The typical U.S. homeowner with a mortgage lost about $5,400 in equity in the first quarter of 2023 compared to a year earlier, CoreLogic said.

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The typical homeowner with a mortgage lost $5,400 in equity between the first quarter of 2022 and the first quarter of this year, according to a new report.

That’s the first time homeowners with a mortgage — about 63 percent of all homes — lost equity on a year-over-year basis since early 2012, according to property data firm CoreLogic. The firm released its single-family home price index on Tuesday, which found that home prices were up 2 percent year-over-year in April.

“Home equity trends closely follow home price changes,” CoreLogic chief economist Selma Hepp said. “As a result, while the average amount of equity declined from a year ago, it increased from the fourth quarter of 2022, as monthly home prices growth accelerated in early 2023.”

But home prices were down in some states. The decline was sharpest in Western states, where Washington, California and Utah led the drop in home equity. In total, it amounted to a loss of $108.4 billion in equity compared to the first three months of 2022, CoreLogic said.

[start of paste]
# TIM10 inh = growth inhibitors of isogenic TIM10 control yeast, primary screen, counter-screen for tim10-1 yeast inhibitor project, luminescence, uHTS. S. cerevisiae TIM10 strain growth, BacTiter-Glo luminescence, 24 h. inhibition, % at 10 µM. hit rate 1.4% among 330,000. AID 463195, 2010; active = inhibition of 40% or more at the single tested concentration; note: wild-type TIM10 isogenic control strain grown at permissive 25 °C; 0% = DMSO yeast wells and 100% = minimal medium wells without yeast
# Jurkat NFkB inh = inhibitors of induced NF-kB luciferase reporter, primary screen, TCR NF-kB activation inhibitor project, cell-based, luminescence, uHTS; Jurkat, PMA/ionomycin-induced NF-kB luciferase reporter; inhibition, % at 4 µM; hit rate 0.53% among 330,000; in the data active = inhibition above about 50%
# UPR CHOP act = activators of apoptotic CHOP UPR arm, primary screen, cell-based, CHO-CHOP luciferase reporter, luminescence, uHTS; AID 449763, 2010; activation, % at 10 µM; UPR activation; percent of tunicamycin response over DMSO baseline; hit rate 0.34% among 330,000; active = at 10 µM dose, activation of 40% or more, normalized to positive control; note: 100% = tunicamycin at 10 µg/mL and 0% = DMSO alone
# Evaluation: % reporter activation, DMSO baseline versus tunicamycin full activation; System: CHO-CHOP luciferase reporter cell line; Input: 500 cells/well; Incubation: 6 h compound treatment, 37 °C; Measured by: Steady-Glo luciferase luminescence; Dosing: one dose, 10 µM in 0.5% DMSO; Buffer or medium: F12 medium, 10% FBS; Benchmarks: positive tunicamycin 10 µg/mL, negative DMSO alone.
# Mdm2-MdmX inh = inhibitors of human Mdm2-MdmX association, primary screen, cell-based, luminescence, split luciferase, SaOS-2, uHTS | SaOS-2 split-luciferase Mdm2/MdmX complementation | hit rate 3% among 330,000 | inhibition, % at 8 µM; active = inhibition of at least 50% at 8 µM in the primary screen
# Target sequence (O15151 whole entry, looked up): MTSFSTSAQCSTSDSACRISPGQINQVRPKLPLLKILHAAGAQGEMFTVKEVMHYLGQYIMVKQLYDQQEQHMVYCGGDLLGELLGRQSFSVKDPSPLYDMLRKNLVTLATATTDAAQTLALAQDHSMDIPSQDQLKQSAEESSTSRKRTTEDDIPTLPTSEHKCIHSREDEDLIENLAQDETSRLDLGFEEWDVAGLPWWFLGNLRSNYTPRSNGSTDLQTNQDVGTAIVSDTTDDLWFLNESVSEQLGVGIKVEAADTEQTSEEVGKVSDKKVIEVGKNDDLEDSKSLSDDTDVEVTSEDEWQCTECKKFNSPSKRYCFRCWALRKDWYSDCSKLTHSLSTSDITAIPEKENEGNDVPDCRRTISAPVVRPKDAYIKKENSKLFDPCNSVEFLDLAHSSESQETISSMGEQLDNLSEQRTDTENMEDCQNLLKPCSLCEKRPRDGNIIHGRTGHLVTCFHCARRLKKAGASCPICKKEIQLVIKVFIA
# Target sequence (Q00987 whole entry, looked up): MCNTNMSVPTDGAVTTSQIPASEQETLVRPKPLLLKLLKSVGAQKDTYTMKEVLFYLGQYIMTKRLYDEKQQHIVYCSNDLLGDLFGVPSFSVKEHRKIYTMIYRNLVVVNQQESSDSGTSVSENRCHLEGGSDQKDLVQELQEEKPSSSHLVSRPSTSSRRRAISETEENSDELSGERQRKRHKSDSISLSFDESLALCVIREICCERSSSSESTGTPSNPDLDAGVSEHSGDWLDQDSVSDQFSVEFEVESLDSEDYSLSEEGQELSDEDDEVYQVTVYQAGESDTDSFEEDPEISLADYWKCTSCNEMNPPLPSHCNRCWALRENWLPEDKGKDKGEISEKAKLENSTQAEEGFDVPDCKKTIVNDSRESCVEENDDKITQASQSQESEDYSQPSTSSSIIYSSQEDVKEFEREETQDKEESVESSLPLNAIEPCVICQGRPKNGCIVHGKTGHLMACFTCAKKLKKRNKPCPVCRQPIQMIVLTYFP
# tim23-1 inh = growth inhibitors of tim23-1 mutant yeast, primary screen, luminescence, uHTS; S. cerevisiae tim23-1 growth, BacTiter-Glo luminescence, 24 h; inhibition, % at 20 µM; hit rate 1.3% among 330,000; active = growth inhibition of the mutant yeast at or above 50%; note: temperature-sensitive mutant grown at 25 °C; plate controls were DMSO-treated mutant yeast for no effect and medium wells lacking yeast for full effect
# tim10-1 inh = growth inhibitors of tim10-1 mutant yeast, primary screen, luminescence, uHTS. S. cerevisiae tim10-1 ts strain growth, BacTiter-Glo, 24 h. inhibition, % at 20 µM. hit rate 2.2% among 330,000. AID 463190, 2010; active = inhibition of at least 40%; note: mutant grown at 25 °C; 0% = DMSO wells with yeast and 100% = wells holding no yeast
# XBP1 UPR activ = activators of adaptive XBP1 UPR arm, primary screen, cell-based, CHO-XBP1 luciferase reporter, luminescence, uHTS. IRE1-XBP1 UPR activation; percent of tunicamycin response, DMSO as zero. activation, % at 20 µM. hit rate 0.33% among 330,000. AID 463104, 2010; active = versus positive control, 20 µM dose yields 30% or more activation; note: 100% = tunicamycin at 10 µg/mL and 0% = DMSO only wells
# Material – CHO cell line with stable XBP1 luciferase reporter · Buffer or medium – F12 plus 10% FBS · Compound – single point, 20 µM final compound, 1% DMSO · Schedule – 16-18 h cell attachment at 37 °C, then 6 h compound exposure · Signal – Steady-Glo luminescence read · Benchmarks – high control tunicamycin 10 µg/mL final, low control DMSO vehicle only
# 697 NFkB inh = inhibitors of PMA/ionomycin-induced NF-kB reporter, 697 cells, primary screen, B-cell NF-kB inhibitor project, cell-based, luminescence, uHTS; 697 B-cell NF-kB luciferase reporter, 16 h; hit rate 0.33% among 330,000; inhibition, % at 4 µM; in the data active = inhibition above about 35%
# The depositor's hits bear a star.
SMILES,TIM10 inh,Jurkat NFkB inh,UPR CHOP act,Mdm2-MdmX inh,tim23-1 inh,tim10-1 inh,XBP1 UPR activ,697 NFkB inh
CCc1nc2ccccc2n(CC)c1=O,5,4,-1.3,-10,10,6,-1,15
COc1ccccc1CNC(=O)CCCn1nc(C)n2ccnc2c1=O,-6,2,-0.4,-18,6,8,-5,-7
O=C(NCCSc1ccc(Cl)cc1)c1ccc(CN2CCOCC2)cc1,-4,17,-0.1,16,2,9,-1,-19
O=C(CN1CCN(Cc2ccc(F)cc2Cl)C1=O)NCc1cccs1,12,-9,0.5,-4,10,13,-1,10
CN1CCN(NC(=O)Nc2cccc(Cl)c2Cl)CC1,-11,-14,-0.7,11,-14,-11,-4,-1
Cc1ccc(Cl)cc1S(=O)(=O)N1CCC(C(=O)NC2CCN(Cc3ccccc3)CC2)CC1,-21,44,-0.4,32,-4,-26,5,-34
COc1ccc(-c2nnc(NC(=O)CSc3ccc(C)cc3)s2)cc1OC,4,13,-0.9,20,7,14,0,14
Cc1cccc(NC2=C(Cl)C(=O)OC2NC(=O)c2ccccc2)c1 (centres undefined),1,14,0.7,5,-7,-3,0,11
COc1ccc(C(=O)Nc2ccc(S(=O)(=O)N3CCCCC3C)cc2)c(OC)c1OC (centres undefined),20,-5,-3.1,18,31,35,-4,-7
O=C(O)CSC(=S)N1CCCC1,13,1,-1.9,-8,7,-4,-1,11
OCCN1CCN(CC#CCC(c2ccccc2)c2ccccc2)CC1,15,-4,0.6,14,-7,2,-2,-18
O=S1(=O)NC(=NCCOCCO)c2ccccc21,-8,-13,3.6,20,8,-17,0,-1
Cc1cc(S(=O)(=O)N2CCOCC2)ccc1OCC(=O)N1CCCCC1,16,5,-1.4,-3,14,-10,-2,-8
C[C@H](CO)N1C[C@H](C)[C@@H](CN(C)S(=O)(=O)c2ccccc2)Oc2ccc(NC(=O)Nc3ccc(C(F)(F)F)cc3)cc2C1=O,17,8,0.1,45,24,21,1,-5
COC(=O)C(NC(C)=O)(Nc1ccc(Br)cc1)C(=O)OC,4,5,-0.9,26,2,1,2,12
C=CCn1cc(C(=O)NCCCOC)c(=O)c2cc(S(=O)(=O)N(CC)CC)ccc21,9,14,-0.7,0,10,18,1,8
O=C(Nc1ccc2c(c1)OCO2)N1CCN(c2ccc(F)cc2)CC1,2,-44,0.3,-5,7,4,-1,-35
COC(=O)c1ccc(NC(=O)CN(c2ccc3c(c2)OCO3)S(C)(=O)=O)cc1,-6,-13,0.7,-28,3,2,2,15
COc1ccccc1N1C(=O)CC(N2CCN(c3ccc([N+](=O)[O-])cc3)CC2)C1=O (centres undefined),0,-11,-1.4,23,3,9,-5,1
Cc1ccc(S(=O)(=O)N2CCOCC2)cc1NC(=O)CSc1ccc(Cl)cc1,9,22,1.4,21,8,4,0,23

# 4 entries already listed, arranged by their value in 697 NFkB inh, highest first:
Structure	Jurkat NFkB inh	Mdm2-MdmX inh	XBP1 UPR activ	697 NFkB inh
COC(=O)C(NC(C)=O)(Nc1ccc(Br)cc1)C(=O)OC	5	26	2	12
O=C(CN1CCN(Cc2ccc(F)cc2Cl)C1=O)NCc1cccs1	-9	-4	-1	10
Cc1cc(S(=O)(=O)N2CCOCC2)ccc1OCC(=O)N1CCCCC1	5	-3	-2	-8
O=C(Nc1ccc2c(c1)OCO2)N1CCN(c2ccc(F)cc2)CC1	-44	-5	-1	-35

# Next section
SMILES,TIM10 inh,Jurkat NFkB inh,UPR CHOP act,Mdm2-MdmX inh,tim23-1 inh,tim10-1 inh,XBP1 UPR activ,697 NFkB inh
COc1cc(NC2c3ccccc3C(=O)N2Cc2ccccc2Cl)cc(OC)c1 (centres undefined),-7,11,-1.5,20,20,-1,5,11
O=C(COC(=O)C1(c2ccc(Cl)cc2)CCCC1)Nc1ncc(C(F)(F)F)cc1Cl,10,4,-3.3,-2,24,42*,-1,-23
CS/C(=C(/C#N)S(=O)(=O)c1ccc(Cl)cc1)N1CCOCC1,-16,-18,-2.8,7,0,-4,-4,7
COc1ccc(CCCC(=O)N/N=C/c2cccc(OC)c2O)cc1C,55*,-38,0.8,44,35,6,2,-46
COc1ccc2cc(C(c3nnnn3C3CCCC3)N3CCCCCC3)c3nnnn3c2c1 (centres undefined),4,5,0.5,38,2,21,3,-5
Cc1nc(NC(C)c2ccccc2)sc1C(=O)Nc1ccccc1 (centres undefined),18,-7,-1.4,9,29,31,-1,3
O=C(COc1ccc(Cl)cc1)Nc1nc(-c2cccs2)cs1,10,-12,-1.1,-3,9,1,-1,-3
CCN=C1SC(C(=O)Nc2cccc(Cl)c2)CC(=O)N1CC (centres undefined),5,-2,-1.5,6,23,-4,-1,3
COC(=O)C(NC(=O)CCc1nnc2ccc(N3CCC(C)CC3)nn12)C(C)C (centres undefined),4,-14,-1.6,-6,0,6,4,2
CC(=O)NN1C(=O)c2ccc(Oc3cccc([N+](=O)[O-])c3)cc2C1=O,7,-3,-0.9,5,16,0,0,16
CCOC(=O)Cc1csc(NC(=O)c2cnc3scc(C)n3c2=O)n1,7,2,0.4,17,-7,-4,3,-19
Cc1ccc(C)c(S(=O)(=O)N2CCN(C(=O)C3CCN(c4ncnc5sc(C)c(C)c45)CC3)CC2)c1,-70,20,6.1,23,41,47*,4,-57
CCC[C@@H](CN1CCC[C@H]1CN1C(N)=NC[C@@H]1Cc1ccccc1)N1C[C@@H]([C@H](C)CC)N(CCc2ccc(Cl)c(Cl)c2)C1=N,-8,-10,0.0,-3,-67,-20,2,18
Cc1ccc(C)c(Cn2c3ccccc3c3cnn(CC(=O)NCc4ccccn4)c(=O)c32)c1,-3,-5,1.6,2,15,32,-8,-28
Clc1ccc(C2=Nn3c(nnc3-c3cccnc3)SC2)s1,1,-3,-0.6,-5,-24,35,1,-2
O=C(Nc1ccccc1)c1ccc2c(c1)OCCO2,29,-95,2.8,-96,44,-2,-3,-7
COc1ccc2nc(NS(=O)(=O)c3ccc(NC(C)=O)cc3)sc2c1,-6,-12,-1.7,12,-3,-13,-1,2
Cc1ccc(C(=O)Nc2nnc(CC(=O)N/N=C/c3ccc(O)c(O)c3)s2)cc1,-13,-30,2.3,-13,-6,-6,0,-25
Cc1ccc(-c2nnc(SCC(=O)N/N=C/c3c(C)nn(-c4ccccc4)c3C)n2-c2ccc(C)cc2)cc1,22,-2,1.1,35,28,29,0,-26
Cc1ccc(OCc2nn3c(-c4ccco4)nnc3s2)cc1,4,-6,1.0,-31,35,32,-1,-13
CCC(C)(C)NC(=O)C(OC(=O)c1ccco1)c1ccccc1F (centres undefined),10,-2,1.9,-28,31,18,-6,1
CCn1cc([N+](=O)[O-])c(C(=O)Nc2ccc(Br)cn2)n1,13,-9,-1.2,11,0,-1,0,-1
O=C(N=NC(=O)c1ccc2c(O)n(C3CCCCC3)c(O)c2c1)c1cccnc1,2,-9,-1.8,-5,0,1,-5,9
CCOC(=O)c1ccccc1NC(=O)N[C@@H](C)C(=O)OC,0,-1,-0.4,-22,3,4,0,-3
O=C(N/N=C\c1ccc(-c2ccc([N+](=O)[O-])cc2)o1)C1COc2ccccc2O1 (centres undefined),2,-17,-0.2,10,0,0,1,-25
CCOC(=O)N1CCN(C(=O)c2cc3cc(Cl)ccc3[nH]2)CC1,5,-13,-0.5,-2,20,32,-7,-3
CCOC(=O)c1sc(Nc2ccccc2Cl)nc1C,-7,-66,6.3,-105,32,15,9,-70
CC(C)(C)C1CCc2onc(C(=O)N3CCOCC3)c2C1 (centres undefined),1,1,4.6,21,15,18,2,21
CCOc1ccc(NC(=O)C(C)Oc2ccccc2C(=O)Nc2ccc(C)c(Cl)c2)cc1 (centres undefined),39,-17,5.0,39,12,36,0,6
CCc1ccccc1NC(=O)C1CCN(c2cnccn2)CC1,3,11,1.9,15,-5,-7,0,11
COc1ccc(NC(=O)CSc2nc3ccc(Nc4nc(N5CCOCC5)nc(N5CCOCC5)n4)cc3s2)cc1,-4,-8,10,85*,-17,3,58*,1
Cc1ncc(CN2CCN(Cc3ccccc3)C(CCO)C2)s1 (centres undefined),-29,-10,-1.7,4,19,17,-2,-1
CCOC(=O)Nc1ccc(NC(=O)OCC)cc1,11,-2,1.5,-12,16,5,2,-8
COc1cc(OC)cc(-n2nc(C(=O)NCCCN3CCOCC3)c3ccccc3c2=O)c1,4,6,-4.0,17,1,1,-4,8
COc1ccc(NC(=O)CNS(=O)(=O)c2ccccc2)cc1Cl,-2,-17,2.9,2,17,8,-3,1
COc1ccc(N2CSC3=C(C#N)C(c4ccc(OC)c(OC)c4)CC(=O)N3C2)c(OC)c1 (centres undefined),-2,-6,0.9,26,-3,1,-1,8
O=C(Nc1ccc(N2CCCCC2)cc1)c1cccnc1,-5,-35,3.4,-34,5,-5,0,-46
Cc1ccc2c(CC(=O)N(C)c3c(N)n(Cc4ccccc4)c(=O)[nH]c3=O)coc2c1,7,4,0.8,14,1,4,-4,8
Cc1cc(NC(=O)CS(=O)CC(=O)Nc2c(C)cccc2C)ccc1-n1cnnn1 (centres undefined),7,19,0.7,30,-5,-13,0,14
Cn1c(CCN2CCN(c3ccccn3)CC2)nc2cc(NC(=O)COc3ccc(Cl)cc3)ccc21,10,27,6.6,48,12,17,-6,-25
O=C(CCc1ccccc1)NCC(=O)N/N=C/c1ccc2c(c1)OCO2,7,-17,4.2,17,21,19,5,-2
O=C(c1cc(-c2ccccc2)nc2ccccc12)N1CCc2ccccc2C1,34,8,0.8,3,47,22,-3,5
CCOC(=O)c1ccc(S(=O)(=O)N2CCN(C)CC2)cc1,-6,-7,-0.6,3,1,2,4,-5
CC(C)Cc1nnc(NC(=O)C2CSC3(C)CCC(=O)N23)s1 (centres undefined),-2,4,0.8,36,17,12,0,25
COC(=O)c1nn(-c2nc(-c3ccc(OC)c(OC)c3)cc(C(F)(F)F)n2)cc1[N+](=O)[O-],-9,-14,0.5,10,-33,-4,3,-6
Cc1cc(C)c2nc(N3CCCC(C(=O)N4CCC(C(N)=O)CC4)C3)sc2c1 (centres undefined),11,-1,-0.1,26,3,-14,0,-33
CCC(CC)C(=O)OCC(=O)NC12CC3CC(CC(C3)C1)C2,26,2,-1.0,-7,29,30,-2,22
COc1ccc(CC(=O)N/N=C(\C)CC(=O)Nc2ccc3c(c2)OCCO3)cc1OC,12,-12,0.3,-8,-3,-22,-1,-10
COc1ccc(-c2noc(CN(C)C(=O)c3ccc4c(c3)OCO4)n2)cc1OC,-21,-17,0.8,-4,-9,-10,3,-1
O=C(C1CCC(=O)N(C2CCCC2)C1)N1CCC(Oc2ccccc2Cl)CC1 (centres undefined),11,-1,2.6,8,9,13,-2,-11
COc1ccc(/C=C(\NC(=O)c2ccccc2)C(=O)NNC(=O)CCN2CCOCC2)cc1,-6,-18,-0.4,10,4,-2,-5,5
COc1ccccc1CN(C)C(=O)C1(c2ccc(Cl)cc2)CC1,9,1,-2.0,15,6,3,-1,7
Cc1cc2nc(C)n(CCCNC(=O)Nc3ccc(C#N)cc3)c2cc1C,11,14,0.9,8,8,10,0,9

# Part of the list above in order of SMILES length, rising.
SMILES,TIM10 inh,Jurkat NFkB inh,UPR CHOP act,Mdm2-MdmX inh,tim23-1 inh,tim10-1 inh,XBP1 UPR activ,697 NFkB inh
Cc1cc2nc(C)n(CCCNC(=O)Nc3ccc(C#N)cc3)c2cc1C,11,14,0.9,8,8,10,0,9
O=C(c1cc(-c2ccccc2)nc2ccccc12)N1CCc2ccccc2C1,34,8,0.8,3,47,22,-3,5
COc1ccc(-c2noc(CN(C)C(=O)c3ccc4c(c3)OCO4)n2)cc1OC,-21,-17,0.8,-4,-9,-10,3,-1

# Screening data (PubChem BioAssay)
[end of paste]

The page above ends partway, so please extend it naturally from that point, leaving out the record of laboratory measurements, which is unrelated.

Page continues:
Biggest equity declines, Q1 2023 compared to Q1 2022

  • Washington: (-$74,300)
  • California: (-$59,600)
  • Utah: (-$37,700)

The number of homes that are underwater — meaning the borrower owes more than the market rate of the home — was unchanged in the quarter, CoreLogic said. It remains at 1.2 million homes or 2.1 percent of all properties.

Average homeowners have $274,000 in equity, Hepp said. That’s up from $182,000 before the pandemic.

“Also, while homeowners in some areas of the country who bought a property last spring have no equity as a result of price losses, forecasted home price appreciation over the next year should help many borrowers regain some of that lost equity,” Hepp said.

Email Taylor Anderson

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